A new AHRQ Views blog looks at factors that can contribute to physician burnout, including a lack of control over work conditions, time pressures, chaotic workplaces and difficulties associated with electronic health records. Co-authored by Gopal Khanna, M.B.A., the agency’s director, and Arlene Bierman, M.D., director of AHRQ’s Center for Evidence and Practice Improvement, the blog also offers potential strategies to minimize burnout, such as expanding the ways nurses and medical assistants might interact with patients. In addition to the blog, AHRQ has profiled grantee Mark Linzer, M.D., of Hennepin County Medical Center in Minneapolis, who has studied working conditions in health care, especially as they contribute to burnout, for the past 15 years and has created a tool to measure burnout. For more information about AHRQ’s work on physician burnout, access our online fact sheet.
Blog posts from AHRQ leaders
Combatting the Burnout Epidemic
Being a physician can be stressful. The days are long. The work flow may feel disorganized. The administrative tasks and demands for documentation seem greater every day. No wonder even the most dedicated professionals can burn out.
And that’s a problem.
The emotional exhaustion of burnout can have professional and personal consequences for physicians. Burnout can damage morale and lead once-enthusiastic, dedicated doctors to quit practicing medicine completely. It can also lead to depression, alcohol abuse, and thoughts of suicide.
Patients who receive care from a burned-out physician, in turn, may find themselves sharing an exam room with a doctor who’s become cynical or lacks empathy. That can diminish patient satisfaction and reduce a patient’s willingness to adhere to treatment recommendations.
These issues are among reasons HHS has made it a priority to address physician burnout and why AHRQ has had a longstanding interest in the subject. Since 2001, AHRQ has been funding research on physicians’ working conditions to determine what causes burnout and explore interventions to combat it. Causes of burnout can include a lack of control over work conditions, time pressures, chaotic workplaces, and a lack of alignment of values between providers and their leaders, according to AHRQ grantee, Mark Linzer, M.D., FACP, of Hennepin County Medical Center in Minneapolis, MN, who has been studying burnout with us since the very beginning.
Even technology, which is supposed to make life easier, can add to physician stress. AHRQ-funded studies have shown that as primary care practices’ use of electronic health records matures, stress levels get worse—and then better—but those stress levels never go back to where the practices were before electronic health records arrived.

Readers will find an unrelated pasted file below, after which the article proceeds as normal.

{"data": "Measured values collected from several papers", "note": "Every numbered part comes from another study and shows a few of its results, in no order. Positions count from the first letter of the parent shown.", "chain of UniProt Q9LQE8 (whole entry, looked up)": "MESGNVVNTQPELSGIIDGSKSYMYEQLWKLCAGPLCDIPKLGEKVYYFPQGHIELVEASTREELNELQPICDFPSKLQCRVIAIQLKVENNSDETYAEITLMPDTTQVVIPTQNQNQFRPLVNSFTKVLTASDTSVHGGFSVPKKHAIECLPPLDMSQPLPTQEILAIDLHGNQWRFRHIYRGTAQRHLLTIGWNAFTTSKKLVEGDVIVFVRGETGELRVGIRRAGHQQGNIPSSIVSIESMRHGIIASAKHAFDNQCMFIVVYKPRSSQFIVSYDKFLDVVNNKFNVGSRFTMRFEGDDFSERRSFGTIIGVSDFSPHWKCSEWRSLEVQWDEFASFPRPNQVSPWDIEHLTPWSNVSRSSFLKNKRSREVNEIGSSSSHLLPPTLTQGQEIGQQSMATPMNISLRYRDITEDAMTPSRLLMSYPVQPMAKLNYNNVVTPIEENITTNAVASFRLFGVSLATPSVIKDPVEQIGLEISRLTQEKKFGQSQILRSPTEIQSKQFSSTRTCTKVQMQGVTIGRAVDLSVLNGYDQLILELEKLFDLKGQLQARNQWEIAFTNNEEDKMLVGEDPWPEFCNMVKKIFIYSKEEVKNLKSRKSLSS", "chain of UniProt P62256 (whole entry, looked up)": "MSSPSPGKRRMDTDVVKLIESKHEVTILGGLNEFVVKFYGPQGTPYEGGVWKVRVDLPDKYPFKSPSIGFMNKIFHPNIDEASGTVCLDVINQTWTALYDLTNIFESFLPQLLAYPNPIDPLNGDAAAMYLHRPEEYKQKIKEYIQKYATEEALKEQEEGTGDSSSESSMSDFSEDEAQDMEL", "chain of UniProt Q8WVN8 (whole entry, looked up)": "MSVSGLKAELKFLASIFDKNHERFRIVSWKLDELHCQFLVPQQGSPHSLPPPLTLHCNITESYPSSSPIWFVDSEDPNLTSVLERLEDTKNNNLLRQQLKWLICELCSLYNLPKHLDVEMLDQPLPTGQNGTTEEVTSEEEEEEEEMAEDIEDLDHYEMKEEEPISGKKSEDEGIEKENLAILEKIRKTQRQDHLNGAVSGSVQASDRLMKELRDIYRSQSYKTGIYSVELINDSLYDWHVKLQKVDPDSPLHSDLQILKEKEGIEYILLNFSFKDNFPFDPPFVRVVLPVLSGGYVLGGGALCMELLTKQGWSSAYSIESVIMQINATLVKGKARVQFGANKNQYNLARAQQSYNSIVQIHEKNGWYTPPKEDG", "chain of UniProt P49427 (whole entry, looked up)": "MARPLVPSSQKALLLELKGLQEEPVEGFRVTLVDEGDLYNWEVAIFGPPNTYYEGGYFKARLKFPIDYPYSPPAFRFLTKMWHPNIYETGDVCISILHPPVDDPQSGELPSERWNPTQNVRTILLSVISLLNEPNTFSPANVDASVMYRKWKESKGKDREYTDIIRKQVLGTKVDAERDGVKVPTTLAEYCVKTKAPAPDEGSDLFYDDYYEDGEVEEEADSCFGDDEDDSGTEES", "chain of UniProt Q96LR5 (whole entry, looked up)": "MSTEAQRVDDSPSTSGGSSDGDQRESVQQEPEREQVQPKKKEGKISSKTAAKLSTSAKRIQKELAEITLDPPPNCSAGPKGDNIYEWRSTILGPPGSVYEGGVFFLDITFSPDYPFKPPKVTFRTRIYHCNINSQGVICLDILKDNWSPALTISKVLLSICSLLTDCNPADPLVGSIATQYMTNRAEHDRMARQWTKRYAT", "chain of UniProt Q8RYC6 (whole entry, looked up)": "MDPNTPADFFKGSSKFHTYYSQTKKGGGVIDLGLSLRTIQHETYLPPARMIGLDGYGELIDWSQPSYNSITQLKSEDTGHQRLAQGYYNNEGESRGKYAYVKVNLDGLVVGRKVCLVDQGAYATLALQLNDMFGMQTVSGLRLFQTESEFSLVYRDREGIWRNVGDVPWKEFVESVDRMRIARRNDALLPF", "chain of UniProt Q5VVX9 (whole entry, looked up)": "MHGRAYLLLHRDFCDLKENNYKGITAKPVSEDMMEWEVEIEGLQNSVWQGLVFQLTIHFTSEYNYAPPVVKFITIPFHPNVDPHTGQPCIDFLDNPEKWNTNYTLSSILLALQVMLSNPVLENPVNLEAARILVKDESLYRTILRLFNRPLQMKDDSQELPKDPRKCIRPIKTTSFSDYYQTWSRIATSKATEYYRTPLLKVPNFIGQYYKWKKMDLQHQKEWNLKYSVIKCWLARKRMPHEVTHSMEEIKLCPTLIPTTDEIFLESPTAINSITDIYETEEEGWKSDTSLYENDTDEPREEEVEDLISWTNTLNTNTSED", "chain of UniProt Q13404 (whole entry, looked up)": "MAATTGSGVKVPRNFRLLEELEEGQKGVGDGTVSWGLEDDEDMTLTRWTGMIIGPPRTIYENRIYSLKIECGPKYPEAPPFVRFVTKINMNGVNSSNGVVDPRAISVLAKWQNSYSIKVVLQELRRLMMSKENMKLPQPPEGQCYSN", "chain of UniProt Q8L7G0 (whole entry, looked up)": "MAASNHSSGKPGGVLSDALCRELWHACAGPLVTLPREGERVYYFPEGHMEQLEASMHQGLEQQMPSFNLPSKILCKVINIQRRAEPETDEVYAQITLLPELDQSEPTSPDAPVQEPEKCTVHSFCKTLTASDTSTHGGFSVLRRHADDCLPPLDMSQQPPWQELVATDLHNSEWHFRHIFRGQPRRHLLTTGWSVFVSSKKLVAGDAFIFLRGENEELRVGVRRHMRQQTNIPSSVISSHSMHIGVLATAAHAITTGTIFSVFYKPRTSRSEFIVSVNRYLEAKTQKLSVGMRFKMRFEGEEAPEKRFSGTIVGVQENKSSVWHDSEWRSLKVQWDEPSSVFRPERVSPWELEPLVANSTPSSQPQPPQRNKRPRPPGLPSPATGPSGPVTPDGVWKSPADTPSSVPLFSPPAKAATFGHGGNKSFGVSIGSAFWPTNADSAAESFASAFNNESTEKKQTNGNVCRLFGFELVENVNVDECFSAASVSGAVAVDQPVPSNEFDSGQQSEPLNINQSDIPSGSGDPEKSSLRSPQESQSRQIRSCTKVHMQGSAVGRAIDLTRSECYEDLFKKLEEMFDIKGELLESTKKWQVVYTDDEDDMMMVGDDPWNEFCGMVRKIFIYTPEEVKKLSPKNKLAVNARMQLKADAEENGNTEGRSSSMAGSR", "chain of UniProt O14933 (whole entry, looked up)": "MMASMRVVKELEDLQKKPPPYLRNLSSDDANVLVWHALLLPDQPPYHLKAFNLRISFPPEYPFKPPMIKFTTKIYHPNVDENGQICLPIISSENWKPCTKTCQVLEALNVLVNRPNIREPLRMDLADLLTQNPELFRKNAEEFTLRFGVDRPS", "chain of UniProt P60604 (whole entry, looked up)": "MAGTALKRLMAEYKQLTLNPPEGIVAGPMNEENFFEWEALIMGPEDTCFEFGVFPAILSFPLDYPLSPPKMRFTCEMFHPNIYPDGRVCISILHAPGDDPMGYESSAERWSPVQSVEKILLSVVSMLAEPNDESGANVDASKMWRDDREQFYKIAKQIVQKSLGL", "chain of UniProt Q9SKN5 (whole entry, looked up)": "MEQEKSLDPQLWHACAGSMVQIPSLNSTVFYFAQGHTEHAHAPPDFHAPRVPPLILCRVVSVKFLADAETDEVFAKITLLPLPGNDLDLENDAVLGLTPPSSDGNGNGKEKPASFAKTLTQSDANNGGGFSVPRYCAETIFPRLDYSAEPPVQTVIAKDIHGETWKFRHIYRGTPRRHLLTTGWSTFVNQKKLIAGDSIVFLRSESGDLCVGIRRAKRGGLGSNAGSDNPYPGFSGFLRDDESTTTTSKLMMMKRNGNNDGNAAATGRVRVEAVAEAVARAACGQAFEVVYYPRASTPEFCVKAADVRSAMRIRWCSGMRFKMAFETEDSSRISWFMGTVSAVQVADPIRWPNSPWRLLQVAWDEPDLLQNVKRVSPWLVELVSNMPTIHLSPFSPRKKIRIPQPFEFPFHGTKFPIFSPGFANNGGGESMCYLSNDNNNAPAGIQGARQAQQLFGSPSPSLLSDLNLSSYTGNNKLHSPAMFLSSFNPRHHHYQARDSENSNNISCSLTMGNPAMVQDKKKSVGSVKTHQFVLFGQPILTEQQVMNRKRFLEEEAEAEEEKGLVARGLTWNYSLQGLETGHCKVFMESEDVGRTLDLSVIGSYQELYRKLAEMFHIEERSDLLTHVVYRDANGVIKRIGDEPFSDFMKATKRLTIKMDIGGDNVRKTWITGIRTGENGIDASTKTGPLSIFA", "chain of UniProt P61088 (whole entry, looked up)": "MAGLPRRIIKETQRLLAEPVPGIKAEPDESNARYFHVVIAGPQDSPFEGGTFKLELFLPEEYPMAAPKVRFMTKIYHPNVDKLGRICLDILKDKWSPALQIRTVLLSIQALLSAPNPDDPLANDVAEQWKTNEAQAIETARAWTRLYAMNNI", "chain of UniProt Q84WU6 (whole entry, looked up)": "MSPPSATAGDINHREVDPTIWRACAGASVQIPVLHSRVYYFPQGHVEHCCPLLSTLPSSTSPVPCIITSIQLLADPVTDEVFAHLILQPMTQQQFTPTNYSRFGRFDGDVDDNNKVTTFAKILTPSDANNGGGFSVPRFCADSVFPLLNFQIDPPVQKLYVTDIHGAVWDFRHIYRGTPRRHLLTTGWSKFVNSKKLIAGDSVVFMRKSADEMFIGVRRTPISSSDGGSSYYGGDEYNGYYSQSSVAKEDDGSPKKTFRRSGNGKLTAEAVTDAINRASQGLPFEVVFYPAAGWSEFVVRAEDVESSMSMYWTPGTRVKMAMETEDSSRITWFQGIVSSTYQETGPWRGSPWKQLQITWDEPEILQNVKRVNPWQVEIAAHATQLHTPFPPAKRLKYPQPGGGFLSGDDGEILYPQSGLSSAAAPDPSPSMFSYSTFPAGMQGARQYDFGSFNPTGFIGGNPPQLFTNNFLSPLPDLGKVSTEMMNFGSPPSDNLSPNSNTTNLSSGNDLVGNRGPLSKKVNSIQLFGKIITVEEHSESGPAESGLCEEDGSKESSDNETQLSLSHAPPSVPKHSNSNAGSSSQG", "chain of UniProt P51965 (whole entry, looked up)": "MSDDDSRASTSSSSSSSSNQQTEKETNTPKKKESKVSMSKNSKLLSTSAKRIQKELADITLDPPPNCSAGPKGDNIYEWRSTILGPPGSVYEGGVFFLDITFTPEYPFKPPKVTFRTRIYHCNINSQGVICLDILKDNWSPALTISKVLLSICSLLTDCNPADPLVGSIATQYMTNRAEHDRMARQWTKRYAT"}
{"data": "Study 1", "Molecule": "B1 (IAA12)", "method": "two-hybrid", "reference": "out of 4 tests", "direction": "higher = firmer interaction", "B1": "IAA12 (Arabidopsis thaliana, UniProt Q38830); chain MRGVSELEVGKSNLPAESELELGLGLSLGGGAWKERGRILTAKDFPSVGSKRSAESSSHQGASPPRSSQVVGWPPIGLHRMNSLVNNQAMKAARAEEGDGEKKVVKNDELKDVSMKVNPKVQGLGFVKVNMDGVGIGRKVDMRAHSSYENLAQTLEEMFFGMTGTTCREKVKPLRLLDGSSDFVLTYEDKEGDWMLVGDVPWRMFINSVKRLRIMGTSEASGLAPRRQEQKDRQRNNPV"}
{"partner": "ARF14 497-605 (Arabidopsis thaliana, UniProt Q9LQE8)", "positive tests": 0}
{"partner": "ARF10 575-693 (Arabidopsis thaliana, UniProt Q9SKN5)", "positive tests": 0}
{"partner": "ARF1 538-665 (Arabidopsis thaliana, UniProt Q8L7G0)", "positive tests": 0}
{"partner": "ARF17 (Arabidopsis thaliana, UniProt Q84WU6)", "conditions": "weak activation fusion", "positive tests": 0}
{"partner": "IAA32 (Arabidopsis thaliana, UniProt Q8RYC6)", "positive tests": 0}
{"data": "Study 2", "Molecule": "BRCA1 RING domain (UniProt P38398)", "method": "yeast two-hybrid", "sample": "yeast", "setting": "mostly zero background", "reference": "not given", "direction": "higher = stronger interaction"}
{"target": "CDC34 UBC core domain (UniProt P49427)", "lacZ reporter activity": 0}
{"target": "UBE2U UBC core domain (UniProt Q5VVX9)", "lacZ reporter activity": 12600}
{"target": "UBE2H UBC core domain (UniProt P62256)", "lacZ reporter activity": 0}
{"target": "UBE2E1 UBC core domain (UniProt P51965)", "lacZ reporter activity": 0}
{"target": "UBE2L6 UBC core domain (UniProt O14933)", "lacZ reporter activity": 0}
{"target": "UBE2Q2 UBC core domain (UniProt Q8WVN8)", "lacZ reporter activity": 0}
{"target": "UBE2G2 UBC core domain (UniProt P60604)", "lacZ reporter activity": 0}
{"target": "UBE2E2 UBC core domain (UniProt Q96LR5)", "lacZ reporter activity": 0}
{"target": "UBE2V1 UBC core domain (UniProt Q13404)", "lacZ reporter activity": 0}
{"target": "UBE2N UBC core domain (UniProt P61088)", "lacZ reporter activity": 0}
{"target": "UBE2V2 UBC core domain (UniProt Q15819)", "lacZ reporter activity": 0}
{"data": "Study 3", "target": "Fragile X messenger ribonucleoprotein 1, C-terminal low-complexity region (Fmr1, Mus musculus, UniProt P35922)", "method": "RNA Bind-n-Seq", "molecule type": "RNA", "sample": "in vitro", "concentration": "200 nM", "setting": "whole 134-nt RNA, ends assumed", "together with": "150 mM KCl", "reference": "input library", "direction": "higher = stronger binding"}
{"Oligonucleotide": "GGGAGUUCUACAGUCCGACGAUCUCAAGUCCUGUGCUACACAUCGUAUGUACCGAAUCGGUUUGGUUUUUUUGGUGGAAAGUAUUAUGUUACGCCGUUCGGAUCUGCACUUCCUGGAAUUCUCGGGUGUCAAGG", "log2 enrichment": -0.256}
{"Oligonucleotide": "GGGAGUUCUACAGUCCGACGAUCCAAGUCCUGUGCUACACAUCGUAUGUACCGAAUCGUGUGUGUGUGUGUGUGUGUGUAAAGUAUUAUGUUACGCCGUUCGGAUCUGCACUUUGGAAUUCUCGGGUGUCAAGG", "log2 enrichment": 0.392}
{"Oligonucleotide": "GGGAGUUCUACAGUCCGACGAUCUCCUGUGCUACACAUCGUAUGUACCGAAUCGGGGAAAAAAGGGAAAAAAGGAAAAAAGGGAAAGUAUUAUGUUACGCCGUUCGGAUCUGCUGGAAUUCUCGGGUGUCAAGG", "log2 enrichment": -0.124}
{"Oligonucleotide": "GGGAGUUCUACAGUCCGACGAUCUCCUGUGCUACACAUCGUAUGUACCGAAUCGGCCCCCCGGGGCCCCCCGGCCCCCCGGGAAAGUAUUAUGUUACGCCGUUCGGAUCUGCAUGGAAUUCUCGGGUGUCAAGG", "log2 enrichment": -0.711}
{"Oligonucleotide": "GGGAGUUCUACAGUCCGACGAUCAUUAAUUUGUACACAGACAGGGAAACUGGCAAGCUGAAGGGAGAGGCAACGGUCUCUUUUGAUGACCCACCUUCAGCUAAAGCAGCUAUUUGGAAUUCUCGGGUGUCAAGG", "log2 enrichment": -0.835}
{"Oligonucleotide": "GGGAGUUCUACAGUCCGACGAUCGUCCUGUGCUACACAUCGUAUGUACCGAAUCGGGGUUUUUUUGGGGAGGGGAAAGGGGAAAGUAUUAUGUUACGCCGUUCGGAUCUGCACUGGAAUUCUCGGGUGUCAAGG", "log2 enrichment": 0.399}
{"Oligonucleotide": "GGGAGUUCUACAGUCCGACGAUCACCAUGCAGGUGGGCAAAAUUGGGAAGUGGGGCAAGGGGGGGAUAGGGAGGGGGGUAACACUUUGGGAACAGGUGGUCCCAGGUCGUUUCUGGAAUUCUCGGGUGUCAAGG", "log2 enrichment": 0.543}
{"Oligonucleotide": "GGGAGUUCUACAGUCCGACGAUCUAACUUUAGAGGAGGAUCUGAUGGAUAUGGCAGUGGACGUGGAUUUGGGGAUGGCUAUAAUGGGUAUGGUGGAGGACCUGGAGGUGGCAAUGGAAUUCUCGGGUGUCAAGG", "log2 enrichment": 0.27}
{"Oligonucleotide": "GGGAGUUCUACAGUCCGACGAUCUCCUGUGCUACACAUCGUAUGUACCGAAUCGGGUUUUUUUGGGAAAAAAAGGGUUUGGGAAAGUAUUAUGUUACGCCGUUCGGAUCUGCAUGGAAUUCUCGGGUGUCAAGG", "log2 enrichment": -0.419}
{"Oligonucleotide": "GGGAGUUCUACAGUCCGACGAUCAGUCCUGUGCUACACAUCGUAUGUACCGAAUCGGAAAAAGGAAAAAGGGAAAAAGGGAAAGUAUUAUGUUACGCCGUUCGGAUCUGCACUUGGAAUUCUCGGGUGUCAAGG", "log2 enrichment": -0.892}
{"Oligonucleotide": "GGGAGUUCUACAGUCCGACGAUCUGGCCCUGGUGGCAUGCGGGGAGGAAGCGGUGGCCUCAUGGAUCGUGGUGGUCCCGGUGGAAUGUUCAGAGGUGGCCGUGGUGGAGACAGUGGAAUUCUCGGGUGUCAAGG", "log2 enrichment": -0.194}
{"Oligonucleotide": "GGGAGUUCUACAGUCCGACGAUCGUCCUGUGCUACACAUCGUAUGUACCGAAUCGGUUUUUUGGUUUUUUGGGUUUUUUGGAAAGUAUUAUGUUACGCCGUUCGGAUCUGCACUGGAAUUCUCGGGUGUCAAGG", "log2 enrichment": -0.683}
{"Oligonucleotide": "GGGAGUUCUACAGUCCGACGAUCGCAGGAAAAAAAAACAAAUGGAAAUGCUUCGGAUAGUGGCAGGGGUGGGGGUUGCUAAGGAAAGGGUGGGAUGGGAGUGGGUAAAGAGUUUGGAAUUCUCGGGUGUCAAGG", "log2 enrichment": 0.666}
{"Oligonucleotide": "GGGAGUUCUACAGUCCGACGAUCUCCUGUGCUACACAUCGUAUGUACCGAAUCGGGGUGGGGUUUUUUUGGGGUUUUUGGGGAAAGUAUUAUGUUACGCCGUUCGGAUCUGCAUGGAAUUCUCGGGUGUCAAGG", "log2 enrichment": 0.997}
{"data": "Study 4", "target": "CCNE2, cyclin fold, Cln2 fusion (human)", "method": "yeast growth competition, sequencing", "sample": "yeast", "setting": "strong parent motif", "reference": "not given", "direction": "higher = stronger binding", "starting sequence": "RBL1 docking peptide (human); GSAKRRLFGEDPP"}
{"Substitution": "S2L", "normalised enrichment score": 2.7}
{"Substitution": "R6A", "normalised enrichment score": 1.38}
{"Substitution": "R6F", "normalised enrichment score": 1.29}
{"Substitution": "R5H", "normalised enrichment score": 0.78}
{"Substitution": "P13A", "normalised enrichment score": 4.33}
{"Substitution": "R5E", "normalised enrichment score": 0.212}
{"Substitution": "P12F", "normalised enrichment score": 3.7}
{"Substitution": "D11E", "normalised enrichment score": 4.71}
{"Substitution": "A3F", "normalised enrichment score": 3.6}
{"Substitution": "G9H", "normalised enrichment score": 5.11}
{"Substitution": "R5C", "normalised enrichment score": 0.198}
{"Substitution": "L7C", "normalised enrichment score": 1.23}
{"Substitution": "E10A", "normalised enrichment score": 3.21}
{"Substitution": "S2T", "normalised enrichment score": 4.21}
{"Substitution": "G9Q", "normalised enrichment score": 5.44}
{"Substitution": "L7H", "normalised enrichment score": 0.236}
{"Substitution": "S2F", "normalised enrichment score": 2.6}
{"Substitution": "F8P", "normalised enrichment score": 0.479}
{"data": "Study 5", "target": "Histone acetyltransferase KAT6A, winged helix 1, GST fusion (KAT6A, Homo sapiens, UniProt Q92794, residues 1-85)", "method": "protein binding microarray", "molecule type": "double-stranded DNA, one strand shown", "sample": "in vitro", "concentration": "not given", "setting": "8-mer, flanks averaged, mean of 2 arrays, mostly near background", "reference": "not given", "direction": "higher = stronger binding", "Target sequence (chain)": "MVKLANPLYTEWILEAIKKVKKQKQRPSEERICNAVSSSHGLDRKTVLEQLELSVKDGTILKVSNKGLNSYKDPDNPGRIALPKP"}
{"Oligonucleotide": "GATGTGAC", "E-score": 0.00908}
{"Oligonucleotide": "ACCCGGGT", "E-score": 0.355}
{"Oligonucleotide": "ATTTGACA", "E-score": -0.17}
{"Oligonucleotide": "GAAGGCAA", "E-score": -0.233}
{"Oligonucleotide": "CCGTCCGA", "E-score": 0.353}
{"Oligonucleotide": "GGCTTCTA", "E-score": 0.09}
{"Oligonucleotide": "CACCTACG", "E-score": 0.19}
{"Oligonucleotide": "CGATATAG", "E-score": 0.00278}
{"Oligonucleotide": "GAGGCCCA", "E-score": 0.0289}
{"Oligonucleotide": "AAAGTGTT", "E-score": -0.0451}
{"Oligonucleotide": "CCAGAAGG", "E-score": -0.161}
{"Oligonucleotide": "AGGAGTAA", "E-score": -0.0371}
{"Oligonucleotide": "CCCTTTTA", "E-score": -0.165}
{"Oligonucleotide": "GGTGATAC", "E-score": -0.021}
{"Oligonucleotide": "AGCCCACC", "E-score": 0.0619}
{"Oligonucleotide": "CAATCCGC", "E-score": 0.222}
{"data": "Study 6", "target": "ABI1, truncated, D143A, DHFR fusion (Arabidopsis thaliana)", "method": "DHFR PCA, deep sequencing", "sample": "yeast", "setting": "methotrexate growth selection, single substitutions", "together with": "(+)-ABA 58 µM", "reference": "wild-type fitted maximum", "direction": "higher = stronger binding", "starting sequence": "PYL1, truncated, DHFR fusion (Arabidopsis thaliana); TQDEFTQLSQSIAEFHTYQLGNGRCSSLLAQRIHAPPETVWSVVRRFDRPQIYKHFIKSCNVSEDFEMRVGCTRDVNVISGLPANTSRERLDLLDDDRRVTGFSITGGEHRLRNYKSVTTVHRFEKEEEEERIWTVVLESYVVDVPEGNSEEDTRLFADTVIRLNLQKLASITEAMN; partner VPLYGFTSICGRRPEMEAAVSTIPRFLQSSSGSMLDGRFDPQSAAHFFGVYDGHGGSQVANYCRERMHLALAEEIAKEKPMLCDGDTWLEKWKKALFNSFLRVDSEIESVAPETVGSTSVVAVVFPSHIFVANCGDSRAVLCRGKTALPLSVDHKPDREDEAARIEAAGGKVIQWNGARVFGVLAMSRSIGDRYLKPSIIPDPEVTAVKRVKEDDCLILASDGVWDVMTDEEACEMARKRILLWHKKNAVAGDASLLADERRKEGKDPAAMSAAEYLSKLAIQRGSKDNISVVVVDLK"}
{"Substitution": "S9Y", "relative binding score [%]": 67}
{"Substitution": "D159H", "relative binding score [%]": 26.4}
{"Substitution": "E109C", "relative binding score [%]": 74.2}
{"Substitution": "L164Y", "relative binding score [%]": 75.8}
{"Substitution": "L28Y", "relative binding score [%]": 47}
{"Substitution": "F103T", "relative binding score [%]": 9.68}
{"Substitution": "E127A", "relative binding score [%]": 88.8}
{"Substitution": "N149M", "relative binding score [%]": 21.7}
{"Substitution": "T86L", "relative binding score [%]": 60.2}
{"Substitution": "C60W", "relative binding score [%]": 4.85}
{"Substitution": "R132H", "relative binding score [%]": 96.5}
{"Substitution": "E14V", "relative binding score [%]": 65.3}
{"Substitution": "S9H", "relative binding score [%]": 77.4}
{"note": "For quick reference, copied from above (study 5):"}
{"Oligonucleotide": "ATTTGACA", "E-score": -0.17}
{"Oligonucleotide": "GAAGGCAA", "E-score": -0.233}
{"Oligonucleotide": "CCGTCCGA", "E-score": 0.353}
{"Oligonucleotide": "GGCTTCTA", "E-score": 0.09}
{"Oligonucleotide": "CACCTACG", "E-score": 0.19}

We’ve also found that when physicians use electronic health records during patient encounters, the already-short visits become even shorter because physicians need to spend time entering data. The bottom line is that using electronic health records takes time—and not planning for that extra time that’s needed has severe consequences, including stress, burnout, and physicians’ intent to leave practice.
There is no silver bullet for fixing the burnout epidemic. Several strategies hold promise, however. For example, some primary care offices curb burnout by emphasizing communication among their staff, promoting a culture of quality rather than focusing on the number of patients seen, and targeting the hectic office environment for quality improvements.
AHRQ’s TeamSTEPPS® for Office-Based Care can help medical office teams begin this journey. Intended for practice facilitators—individuals who play a key role in leading and assisting practices with their quality improvement and practice transformation efforts—the online modules help medical offices develop and optimize team knowledge and performance.
Another emerging theme for minimizing burnout in primary care practices involves carving out more time for patient care. These interventions include simple changes, such as allotting time in physicians’ work schedules to review lab results before patient visits. That’s one logical step toward making appointments as productive as possible.
Practices can also consider expanding the roles of nurses and medical assistants by giving them training in and responsibility for preventive care and chronic care health coaching under physician-written standing orders.
There is much we can do to restore the joy in practice. Designing systems to support caring, reengineering electronic health records to align with rather than impede work flow, and engaging teams to optimize care will let clinicians spend much more one-on-one quality time with the patient. That just makes sense—it’s why most clinicians went into medicine in the first place.
Gopal Khanna is Director of AHRQ; Arlene Bierman is Director of AHRQ’s Center for Evidence and Practice Improvement.
Page last reviewed July 2017
Page originally created July 2017
Page originally created July 2017